“Whoever receives one of these little children in My name receives Me; and whoever receives Me, receives not Me but Him who sent Me.”

Mark 9:37

 

Let’s let God be God, and leave conception in His hands. Who does He want to send into your family? You might never know unless you stop using birth control and start trusting Him, instead.

Image result for old testament baby

 

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17 thoughts on “How Birth Control Destroys Respect for Life and for the Giver of Life

    • Wonderful, Regina!
      God’s plan is unique for each family. Even after giving complete control over to Him, we may not have a lot of children. The important thing is to trust Him in this area, and let it be up to Him to decide, in His perfect wisdom, the amount and spacing of our children. He may choose to bless some people by giving them lots of grandchildren!

      Thanks for your comment,
      Jessica

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  1. Hi Jessica – I will say it – I don’t believe that any Christian woman should ever either use contraception or encourage her husband to prevent contraception. I don’t think husbands should allow it and in an ideal Christian society I don’t believe it should be permitted in any way. I am become increasingly radical on this simply because I think Birth Control is the root cause of so much sin and because I think it is such a symbol of our rejection of God’s will in our lives.

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      • I think that as Christians we should reject contraception and actively campaign against all forms of artificial birth control being offered to women or accepted by men. It should be irrelevant outside marriage and is immoral within it. It is a sin, it actively promotes sin, perverts the purpose of physical intimacy , distorts men’s view of women and women’s view of themselves and sexualises women in a way which is against God’s vision of chastity.

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  2. I have heard so many times from Christian people,”Our baby was unplanned”
    This phrase always made me uncomfortable. If God is in control of human life, how a human being could be “accident”, “unplanned”, “mistake”, “random thing” or any other definition.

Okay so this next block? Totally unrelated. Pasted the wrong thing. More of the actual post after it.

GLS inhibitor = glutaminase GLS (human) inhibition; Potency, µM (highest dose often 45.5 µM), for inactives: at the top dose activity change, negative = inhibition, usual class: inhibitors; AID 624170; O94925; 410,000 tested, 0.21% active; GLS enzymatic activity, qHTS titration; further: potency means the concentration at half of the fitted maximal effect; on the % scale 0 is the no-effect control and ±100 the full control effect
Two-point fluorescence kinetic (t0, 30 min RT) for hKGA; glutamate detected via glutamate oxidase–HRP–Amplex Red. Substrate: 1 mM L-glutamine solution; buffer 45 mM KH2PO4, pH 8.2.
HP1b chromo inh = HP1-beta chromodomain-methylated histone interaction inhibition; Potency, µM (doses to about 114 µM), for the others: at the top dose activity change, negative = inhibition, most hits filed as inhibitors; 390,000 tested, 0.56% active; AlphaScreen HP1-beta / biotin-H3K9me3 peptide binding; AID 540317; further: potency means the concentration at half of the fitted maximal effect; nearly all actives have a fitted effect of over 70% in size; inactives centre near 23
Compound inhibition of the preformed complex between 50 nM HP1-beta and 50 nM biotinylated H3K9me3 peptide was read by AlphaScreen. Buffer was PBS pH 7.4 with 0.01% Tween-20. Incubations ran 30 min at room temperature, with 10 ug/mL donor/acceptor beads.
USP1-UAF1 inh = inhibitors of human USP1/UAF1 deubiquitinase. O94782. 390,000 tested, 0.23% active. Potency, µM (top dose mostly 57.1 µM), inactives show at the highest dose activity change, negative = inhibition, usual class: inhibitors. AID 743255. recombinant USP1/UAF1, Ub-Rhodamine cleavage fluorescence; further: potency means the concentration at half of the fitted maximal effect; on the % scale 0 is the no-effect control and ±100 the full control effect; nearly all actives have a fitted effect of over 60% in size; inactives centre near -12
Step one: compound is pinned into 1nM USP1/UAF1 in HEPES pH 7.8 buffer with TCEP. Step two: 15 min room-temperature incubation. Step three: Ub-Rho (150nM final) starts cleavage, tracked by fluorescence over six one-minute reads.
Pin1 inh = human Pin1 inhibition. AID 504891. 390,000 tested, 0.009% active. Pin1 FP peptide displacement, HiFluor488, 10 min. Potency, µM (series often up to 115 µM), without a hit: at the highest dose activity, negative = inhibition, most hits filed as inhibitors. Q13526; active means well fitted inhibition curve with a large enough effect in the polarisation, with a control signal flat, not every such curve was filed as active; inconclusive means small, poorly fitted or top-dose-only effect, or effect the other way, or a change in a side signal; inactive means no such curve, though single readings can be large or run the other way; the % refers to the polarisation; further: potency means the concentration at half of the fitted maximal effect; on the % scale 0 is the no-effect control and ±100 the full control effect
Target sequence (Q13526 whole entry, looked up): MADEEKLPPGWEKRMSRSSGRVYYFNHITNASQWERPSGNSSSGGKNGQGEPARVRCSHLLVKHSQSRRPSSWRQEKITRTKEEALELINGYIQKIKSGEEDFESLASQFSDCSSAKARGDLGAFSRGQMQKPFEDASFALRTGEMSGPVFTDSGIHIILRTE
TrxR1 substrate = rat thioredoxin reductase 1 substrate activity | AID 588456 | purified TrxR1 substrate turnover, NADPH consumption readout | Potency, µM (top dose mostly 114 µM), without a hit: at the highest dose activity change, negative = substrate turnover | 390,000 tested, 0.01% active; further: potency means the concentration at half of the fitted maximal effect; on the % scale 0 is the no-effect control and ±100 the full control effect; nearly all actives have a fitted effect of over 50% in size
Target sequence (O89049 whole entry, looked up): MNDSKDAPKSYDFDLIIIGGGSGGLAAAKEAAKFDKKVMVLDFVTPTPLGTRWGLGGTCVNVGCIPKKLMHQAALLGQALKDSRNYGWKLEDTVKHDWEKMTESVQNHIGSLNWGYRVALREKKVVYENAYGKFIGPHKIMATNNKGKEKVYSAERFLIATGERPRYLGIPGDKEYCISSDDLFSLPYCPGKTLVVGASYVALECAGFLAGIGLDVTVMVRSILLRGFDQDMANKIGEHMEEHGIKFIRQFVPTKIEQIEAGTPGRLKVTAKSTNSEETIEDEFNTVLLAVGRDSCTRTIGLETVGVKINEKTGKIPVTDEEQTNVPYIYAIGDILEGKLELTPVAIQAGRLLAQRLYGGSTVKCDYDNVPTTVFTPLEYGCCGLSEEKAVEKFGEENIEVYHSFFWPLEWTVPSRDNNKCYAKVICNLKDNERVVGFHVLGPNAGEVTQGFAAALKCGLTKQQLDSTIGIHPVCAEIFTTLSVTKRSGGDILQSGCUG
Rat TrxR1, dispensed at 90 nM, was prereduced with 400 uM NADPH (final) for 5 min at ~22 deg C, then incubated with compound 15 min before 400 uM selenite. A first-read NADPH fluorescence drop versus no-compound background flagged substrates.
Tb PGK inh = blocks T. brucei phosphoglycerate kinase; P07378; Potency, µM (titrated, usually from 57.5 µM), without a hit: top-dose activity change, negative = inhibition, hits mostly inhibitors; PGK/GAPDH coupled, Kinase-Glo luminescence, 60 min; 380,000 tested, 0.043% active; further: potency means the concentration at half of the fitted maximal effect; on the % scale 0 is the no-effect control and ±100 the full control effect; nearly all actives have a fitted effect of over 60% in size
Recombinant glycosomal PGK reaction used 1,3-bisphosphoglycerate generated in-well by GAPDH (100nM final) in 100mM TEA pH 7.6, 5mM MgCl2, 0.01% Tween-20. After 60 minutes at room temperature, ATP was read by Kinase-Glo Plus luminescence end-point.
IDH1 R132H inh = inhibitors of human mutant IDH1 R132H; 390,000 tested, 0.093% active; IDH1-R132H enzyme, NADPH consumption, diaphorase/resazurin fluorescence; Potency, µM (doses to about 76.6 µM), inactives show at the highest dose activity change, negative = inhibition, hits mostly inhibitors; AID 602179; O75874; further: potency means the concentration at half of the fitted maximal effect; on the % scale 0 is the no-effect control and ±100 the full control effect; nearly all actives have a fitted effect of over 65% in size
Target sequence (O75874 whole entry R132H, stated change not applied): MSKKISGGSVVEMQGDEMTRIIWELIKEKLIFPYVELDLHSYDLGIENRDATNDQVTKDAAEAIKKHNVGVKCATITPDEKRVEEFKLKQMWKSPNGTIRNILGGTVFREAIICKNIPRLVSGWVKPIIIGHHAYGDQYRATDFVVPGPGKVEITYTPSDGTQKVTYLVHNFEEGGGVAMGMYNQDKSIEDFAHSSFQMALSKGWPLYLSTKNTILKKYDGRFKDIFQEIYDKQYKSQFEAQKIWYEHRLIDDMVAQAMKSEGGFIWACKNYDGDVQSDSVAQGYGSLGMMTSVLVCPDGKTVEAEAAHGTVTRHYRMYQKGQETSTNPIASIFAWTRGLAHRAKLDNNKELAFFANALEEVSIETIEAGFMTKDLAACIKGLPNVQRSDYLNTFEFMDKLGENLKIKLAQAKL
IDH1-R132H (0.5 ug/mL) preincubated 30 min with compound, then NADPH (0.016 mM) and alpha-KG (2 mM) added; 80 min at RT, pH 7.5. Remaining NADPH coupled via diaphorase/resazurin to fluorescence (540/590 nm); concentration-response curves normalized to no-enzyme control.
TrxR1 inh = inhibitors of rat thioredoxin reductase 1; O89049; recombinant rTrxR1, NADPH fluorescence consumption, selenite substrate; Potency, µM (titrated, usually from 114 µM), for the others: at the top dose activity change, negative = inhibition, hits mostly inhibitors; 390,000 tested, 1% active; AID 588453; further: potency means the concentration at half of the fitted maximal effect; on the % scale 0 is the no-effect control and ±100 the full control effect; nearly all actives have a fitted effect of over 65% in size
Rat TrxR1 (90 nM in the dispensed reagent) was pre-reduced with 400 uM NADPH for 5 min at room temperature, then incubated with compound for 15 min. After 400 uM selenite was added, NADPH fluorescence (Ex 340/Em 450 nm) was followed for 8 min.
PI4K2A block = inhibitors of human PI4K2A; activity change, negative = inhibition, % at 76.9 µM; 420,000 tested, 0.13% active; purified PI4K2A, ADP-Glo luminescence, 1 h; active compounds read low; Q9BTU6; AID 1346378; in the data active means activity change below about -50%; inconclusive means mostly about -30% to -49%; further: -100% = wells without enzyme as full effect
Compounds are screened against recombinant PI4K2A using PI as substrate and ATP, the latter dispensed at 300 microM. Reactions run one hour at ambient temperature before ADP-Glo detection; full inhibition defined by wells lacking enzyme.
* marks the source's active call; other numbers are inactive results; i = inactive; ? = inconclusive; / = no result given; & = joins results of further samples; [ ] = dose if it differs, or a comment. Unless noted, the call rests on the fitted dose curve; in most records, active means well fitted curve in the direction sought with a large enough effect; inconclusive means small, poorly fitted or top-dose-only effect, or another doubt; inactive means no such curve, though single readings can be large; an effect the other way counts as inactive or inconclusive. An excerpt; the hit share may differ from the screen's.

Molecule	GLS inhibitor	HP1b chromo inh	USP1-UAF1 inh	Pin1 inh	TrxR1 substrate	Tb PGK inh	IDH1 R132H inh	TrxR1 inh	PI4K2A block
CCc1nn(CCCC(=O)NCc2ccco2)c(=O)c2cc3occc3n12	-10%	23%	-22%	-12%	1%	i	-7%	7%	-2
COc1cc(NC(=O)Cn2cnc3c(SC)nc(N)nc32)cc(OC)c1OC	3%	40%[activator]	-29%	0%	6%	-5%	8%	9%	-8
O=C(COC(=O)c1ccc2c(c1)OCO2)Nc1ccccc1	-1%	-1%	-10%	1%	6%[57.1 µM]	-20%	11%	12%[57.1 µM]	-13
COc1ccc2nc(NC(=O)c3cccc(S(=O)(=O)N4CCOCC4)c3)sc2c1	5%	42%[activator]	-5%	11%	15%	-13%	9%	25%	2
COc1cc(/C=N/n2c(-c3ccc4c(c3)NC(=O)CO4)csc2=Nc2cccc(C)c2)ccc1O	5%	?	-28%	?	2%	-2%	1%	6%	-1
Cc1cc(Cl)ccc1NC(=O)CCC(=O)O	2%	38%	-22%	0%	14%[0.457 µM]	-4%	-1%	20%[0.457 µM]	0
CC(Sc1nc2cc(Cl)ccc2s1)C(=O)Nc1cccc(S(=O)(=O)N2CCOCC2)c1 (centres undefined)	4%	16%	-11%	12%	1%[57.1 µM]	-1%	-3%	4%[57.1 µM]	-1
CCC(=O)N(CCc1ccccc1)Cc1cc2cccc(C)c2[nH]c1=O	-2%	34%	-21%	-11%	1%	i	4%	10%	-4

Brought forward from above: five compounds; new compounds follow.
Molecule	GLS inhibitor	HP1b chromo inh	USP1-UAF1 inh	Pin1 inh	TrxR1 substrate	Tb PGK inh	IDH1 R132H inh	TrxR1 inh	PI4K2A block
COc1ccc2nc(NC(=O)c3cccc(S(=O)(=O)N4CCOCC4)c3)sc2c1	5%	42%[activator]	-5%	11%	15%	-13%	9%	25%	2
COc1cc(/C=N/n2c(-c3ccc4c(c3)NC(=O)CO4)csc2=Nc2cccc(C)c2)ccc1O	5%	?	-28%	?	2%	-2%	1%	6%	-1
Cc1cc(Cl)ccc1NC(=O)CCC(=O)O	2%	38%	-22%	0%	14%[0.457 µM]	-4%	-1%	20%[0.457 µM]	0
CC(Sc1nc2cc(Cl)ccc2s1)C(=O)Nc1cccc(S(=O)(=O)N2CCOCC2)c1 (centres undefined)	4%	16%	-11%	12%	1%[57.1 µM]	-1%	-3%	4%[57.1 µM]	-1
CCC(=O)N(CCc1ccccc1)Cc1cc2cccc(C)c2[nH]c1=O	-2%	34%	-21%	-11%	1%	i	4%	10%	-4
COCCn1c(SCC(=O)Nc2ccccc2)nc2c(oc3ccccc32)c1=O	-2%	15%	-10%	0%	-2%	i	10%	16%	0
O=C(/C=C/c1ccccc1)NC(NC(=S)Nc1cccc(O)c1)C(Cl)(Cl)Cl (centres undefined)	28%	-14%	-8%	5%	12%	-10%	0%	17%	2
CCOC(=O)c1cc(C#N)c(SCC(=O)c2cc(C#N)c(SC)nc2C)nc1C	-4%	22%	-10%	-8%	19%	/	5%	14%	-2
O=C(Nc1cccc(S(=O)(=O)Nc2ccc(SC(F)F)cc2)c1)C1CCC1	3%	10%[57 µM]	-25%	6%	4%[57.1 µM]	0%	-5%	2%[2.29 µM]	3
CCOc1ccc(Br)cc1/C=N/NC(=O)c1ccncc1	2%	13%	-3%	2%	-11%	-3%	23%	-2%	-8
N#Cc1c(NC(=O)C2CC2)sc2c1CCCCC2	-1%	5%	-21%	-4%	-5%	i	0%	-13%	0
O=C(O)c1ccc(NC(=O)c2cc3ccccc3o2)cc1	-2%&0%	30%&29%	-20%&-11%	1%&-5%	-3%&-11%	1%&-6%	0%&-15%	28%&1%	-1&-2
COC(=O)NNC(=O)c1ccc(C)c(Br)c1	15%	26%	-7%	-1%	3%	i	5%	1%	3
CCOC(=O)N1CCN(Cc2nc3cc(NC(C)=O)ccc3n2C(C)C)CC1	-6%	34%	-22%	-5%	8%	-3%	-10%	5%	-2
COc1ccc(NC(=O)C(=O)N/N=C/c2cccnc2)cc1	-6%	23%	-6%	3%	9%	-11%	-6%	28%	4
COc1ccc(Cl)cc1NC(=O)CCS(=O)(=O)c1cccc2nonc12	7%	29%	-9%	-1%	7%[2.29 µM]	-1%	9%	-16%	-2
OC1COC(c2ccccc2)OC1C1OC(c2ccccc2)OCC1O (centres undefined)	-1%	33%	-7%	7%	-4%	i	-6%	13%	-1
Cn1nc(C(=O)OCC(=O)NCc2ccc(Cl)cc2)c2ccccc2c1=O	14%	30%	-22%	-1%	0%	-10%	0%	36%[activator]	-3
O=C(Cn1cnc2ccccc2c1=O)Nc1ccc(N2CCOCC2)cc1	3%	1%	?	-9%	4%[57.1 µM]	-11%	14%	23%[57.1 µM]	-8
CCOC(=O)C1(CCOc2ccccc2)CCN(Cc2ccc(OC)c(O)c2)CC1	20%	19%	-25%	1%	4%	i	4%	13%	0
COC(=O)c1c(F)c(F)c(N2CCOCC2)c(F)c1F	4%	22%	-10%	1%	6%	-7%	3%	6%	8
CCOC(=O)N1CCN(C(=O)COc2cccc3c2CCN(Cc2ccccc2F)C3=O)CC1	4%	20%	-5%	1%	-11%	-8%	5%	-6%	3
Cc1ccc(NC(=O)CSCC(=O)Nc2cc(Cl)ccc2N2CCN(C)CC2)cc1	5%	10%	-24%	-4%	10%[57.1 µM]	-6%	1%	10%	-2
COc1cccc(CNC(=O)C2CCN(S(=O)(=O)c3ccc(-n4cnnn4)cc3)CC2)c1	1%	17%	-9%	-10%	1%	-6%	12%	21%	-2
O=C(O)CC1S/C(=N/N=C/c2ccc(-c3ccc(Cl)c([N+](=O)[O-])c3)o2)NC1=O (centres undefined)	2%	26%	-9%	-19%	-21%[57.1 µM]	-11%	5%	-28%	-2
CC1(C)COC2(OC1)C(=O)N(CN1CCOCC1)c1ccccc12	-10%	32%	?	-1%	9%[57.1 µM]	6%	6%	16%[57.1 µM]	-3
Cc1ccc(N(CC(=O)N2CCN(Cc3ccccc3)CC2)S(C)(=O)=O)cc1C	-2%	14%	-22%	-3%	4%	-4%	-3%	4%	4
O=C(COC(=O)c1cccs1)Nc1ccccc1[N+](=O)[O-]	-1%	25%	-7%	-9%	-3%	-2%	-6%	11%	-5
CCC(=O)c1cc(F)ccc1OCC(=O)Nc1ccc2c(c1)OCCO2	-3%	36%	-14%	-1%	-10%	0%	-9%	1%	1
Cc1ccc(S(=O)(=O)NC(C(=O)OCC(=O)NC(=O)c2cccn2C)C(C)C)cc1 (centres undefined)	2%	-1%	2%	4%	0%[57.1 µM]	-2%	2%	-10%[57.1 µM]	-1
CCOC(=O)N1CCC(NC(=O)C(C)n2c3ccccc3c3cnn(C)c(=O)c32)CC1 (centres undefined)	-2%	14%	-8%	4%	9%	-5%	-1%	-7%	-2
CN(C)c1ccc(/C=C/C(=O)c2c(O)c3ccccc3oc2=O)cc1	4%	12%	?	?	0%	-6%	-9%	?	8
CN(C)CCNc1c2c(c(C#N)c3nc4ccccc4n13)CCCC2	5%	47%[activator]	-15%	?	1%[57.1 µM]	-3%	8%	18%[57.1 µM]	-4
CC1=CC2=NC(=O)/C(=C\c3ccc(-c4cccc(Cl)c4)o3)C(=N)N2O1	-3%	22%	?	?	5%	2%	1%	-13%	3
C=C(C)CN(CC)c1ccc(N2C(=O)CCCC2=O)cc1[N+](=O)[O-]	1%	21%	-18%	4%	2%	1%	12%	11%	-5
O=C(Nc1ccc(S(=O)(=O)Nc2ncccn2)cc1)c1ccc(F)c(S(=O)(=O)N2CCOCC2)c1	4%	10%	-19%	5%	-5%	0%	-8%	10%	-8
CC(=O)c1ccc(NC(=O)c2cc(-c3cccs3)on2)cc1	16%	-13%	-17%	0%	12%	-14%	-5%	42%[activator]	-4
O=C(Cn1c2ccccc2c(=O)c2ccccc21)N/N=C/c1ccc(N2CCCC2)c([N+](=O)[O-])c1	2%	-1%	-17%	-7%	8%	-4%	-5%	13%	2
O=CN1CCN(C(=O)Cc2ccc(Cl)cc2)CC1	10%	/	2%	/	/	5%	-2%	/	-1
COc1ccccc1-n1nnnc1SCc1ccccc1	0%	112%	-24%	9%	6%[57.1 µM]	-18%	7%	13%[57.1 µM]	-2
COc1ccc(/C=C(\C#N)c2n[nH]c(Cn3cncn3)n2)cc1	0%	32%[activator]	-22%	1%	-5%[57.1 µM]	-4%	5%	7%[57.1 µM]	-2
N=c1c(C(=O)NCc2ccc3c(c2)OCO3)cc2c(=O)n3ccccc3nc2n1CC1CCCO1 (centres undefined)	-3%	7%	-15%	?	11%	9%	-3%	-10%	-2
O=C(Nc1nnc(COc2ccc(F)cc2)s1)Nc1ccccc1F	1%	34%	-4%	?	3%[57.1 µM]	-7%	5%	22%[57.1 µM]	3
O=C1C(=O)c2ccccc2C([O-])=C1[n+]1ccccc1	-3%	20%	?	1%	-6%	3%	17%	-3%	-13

Jessica, I am sorry I have been off the grid for so long. In the past few months, I have encountered multiple issues, including health issues.I might need to look for another job due to the above reasons.
    I have a question. The doctor is thinking to prescribe me some birth control, because it may help with the issues I am dealing with. What’s your take on that? I am trying to find alternatives to this medication.
    I am hesitant if taking the birth control is going against His will.I am not married, I am single. So far I have tried different medications and they almost do nothing. That’s why my doctor highly recommended the birth control.
    Sorry for the rant, but I a caught between a rock and a hard place.
    Irina

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    • Dear Irina,
      Thanks for sharing your thoughts on my post! It’s so nice to hear from you! (Don’t worry about being “off the grid”; we all have times like that during different seasons of our lives.)

      I am so sorry to hear that you are having health issues. May God give you the strength, wisdom, and peace to deal with whatever issues you are having to wrestle with right now.

      And thank you for asking my opinion. Personally . . . I think taking the birth control pill is a bad idea. There’s just so much bad stuff involved in it that the bad outweighs the good, it seems to me. I mean, there is risk of heart attack, blood clots, temporary blindness (I personally know a woman who had this), cervical and breast cancer, etc. Yikes! I HIGHLY recommend you read this book (I got it on Amazon pretty cheap):
      https://www.amazon.com/Consumers-Guide-Pill-Other-Drugs/dp/1890712256
      You can also take a look at this site:
      http://thepillkills.org/pillkills.php

      Are there natural alternatives for the treatment of your condition? Since I am not familiar with what you are dealing with, and especially since I am not a doctor, I really cannot tell you what I would recommend, but if your issue is related to hormones, might there be some supplements you could take to help support normal hormone levels? Something like these: